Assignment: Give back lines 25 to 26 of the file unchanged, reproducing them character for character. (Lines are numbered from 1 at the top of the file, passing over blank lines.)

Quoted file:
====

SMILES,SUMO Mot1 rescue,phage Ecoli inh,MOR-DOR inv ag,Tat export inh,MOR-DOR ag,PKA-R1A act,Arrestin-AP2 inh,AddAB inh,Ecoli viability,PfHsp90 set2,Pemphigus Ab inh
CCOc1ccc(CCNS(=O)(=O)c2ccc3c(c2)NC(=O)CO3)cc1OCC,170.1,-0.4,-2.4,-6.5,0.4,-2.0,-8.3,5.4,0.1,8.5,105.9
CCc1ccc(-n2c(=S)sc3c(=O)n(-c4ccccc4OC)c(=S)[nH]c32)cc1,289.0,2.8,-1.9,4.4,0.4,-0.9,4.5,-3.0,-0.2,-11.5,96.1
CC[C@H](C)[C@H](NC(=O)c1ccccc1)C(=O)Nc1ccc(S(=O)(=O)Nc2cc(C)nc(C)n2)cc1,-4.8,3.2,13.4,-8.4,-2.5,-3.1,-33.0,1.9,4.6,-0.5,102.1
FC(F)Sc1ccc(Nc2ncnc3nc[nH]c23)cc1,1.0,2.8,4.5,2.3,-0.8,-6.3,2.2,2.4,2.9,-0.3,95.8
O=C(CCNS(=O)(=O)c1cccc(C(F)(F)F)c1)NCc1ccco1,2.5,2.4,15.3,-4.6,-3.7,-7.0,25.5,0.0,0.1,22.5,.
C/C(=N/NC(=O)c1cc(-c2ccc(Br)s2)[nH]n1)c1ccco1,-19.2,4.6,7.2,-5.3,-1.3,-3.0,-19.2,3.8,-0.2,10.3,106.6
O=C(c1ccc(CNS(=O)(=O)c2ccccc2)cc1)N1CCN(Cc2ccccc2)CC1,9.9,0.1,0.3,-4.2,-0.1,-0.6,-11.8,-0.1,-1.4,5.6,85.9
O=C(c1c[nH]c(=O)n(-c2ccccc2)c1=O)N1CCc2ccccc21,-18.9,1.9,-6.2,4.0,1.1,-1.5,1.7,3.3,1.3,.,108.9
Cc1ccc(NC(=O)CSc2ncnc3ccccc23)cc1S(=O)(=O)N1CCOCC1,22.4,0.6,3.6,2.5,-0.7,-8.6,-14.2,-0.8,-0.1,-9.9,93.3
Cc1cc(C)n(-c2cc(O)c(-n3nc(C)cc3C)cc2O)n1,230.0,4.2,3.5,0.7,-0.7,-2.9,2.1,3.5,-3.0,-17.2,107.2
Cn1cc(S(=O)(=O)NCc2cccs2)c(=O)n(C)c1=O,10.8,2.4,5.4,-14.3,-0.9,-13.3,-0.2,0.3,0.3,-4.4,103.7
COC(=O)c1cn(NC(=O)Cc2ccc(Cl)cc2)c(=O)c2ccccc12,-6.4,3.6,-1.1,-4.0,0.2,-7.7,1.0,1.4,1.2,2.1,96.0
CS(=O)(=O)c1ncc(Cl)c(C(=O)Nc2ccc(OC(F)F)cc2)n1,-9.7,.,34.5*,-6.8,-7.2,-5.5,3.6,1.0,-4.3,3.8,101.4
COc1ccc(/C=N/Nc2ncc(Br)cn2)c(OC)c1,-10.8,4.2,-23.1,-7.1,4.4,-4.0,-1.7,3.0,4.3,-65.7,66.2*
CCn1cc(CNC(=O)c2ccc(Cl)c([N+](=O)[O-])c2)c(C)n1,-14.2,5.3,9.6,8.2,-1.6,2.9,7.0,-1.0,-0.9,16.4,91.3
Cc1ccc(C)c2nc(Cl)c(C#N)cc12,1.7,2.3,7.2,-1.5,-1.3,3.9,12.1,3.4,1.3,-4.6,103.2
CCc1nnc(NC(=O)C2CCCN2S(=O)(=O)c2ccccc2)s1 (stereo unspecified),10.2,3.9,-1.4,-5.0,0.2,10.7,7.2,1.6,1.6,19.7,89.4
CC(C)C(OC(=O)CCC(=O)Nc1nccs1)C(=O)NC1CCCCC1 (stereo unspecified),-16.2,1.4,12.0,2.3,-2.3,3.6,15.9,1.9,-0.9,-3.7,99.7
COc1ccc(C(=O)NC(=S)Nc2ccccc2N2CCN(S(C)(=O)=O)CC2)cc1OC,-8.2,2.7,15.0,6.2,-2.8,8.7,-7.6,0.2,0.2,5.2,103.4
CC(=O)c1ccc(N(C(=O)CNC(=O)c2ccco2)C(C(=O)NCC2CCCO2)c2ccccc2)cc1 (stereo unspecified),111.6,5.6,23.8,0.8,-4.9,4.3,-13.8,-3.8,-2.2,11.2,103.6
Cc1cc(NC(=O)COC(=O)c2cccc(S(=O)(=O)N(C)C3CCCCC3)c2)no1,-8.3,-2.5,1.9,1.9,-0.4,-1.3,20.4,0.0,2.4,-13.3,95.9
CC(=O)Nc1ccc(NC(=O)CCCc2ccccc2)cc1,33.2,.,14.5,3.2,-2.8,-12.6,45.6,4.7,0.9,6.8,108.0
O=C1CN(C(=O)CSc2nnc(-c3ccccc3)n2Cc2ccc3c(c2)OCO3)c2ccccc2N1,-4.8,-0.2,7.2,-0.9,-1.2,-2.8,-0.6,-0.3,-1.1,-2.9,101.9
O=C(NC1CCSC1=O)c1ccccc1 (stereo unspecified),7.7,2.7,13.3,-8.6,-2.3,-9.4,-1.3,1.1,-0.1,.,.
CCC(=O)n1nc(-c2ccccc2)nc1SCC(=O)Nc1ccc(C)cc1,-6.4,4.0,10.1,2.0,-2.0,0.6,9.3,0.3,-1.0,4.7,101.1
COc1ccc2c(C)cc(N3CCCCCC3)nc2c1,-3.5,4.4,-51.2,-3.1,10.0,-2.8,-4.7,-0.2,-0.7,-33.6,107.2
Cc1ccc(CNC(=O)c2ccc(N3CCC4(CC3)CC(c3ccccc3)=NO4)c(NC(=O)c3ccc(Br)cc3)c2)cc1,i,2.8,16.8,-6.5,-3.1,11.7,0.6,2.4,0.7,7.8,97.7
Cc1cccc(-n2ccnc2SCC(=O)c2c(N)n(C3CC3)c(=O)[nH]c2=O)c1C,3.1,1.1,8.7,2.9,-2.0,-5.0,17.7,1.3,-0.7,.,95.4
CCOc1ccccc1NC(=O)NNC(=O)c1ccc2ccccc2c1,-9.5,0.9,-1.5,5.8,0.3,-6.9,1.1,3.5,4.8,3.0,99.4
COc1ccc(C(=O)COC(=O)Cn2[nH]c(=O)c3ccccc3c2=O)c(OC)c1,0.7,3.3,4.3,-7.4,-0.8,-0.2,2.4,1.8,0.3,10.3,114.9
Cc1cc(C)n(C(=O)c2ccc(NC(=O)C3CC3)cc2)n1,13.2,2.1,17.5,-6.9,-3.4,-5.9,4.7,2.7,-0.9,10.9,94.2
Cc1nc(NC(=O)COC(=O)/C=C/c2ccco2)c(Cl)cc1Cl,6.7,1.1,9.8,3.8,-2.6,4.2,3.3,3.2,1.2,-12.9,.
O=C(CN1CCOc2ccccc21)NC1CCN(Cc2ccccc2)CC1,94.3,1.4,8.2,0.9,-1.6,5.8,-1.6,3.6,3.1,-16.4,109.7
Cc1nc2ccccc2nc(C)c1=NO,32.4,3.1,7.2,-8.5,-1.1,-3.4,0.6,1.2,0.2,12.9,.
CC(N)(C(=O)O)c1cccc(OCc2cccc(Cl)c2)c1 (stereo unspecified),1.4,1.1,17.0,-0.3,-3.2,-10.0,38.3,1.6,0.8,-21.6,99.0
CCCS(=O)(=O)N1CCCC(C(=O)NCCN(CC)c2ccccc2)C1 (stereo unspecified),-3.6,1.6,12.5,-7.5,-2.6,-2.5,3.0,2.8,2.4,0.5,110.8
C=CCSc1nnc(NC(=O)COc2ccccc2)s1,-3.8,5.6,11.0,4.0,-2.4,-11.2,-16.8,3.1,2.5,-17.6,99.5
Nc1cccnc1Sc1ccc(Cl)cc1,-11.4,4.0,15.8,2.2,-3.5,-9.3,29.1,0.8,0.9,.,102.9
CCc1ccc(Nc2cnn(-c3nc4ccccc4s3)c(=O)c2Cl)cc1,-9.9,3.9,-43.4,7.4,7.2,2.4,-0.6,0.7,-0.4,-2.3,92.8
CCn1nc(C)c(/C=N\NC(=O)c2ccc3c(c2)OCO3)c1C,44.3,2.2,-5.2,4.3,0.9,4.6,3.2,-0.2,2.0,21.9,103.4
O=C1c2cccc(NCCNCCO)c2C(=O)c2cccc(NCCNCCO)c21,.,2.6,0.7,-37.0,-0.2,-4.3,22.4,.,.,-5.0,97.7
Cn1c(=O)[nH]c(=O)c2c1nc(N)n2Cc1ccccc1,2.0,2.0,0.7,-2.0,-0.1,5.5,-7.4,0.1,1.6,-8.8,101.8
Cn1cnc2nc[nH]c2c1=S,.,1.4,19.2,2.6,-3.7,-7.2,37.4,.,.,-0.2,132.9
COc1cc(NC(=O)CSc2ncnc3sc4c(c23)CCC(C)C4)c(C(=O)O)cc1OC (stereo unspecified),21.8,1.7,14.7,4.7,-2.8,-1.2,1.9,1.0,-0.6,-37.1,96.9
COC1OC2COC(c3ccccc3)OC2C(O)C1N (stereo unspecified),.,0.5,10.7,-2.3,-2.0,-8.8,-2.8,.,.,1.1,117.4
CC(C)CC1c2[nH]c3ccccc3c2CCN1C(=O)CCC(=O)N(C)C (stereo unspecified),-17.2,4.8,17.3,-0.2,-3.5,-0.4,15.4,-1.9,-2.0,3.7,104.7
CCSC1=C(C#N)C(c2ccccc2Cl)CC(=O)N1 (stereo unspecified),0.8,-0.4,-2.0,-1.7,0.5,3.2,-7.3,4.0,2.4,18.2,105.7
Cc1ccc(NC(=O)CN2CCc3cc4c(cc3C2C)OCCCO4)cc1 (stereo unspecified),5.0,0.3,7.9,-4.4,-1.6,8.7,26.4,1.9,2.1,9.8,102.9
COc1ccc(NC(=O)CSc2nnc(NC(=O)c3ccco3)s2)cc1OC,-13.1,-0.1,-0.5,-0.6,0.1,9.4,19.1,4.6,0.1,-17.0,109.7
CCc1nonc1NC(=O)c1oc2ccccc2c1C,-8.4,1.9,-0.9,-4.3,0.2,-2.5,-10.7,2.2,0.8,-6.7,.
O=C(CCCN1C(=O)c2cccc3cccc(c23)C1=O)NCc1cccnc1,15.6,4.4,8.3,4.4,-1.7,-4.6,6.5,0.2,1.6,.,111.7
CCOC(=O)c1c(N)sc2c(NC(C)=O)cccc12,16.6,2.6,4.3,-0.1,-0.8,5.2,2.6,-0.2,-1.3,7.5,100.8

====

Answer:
O=C(NC1CCSC1=O)c1ccccc1 (stereo unspecified),7.7,2.7,13.3,-8.6,-2.3,-9.4,-1.3,1.1,-0.1,.,.
CCC(=O)n1nc(-c2ccccc2)nc1SCC(=O)Nc1ccc(C)cc1,-6.4,4.0,10.1,2.0,-2.0,0.6,9.3,0.3,-1.0,4.7,101.1